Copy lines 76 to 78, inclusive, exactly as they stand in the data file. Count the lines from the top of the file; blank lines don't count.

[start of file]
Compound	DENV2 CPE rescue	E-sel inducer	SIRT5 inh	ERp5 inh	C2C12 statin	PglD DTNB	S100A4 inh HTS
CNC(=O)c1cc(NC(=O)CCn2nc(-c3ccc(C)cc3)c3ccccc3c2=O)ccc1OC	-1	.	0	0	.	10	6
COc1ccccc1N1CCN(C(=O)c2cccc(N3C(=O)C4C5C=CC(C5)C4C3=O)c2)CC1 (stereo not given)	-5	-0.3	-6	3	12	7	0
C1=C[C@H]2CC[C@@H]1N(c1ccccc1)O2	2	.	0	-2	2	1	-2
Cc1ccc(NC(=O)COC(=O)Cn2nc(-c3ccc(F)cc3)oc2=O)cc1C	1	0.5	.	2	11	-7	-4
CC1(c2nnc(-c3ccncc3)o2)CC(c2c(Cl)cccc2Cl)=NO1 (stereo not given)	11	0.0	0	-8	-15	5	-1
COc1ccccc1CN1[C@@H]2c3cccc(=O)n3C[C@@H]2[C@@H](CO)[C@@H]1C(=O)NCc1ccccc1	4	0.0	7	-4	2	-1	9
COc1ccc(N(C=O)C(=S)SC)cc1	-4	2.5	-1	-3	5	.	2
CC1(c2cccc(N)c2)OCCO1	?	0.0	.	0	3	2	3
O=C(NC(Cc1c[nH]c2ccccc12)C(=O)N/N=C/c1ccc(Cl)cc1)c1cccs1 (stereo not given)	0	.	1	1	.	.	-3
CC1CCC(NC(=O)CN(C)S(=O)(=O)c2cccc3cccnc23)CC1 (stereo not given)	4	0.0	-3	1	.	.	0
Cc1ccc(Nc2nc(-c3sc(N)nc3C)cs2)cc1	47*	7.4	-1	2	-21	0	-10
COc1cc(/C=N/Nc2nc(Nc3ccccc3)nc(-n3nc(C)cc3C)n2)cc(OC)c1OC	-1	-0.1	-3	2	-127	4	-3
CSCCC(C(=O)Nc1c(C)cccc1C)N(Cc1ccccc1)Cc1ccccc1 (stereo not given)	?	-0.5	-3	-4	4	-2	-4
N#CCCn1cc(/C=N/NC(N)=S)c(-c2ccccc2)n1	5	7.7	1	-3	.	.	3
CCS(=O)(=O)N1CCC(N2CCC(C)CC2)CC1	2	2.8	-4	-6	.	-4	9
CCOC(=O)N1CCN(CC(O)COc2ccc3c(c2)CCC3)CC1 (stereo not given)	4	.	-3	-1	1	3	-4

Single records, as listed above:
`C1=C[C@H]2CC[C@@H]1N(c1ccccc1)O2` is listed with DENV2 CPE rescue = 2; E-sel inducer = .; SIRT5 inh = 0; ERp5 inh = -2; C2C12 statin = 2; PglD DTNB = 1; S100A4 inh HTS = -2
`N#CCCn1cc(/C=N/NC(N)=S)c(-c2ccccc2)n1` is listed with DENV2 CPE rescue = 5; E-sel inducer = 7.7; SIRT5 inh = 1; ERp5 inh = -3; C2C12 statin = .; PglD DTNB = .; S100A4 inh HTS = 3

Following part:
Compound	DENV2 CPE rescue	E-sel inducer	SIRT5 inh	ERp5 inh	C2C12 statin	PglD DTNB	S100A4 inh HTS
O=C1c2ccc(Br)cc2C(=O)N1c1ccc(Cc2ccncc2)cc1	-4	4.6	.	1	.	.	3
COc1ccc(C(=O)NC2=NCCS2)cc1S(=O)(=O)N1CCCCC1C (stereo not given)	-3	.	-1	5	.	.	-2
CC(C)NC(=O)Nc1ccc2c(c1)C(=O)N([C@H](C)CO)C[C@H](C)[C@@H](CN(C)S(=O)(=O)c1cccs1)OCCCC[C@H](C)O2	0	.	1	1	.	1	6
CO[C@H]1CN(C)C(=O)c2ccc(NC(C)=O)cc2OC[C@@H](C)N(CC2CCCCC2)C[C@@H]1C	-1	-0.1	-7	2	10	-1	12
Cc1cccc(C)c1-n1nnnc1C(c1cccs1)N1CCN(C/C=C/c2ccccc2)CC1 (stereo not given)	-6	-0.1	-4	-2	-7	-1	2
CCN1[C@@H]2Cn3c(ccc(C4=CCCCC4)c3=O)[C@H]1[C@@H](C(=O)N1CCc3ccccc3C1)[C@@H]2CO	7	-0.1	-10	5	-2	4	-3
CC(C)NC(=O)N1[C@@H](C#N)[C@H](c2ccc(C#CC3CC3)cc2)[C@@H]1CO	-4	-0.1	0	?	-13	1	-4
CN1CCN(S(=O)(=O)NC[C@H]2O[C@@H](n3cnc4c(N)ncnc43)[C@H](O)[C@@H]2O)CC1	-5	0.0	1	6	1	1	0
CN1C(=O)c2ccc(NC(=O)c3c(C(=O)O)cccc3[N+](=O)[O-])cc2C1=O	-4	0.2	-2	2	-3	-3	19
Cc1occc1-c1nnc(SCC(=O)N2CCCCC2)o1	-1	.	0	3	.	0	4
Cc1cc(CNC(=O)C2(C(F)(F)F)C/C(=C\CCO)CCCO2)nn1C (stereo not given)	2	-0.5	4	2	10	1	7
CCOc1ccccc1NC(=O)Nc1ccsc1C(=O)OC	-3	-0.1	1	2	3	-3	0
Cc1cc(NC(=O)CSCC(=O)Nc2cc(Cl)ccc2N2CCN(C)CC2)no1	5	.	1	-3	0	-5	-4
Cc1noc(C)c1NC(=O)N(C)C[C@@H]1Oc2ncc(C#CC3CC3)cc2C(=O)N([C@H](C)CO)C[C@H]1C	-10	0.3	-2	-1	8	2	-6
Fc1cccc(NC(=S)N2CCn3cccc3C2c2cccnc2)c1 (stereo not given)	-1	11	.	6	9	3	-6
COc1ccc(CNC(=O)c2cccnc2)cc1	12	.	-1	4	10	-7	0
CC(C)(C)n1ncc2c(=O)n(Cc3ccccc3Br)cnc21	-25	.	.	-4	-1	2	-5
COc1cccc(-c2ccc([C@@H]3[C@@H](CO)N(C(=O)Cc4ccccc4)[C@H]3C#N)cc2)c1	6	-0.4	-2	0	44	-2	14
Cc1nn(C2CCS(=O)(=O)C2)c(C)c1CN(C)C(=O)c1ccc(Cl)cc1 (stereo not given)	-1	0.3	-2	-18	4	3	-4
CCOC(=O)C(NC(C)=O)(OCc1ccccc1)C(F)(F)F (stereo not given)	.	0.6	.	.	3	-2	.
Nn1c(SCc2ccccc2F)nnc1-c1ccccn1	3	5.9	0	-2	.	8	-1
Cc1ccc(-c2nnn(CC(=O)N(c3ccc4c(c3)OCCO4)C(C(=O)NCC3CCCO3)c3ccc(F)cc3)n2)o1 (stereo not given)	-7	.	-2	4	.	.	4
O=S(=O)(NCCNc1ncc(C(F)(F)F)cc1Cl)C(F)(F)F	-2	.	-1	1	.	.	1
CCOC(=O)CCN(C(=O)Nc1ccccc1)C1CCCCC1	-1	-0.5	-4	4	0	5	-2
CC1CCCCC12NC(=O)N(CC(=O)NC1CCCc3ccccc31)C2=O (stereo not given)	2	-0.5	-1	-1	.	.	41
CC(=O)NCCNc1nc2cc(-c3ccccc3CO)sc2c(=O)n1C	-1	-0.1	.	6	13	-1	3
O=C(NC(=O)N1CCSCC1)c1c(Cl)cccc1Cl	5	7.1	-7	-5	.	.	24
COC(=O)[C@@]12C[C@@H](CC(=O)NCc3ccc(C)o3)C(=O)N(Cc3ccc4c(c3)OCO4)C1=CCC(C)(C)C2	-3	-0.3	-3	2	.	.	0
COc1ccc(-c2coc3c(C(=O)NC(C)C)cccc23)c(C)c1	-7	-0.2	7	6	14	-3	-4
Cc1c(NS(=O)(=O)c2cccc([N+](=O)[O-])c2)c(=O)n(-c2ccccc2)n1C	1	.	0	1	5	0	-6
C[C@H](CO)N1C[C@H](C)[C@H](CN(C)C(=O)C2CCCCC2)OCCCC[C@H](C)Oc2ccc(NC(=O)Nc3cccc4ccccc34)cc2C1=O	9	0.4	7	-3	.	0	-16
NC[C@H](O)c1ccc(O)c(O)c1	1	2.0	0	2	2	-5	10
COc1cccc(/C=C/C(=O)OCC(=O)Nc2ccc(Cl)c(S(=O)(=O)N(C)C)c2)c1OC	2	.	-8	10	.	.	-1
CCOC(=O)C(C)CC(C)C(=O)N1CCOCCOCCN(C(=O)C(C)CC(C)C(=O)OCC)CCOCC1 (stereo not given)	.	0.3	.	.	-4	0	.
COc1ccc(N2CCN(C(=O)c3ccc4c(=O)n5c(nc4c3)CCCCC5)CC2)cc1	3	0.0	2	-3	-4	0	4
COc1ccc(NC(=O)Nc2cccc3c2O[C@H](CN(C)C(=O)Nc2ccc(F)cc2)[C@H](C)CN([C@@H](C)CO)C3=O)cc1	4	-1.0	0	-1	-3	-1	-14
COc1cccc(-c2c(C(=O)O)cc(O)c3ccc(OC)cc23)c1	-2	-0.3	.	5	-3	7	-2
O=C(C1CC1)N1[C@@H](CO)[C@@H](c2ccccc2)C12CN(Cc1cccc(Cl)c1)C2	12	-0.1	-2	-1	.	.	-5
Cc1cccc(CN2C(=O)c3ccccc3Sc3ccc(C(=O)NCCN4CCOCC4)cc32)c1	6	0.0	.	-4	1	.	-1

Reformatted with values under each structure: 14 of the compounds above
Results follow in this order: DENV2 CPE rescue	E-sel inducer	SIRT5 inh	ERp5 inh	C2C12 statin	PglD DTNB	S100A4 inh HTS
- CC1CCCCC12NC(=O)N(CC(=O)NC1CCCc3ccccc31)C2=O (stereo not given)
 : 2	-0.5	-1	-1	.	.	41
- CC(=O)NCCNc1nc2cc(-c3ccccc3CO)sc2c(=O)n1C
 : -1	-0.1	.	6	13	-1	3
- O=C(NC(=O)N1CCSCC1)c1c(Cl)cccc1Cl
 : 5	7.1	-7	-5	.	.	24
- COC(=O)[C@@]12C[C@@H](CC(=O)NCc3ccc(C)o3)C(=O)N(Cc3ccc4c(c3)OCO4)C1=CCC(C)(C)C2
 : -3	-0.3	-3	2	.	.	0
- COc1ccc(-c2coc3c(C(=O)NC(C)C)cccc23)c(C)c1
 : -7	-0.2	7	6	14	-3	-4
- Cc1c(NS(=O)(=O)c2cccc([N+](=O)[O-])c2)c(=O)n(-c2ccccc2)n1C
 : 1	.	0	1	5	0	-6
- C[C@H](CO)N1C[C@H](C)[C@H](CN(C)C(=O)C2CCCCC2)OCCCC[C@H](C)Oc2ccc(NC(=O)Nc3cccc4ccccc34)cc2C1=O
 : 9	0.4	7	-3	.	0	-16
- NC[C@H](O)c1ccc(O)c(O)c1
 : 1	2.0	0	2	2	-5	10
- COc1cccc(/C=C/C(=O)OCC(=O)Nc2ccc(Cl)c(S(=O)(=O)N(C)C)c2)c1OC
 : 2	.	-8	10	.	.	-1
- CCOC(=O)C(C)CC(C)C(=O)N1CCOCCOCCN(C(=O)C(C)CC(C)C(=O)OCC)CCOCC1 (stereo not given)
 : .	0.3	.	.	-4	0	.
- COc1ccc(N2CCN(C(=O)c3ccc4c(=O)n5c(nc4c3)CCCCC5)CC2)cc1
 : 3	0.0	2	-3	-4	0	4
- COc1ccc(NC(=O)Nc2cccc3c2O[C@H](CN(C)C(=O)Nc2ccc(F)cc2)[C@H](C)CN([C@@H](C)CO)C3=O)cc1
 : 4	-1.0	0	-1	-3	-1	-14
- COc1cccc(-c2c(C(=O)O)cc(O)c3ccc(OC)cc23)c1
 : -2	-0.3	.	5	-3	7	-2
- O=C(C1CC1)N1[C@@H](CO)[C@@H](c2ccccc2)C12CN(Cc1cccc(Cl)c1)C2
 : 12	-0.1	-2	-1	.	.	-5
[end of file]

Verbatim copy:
- C[C@H](CO)N1C[C@H](C)[C@H](CN(C)C(=O)C2CCCCC2)OCCCC[C@H](C)Oc2ccc(NC(=O)Nc3cccc4ccccc34)cc2C1=O
 : 9	0.4	7	-3	.	0	-16
- NC[C@H](O)c1ccc(O)c(O)c1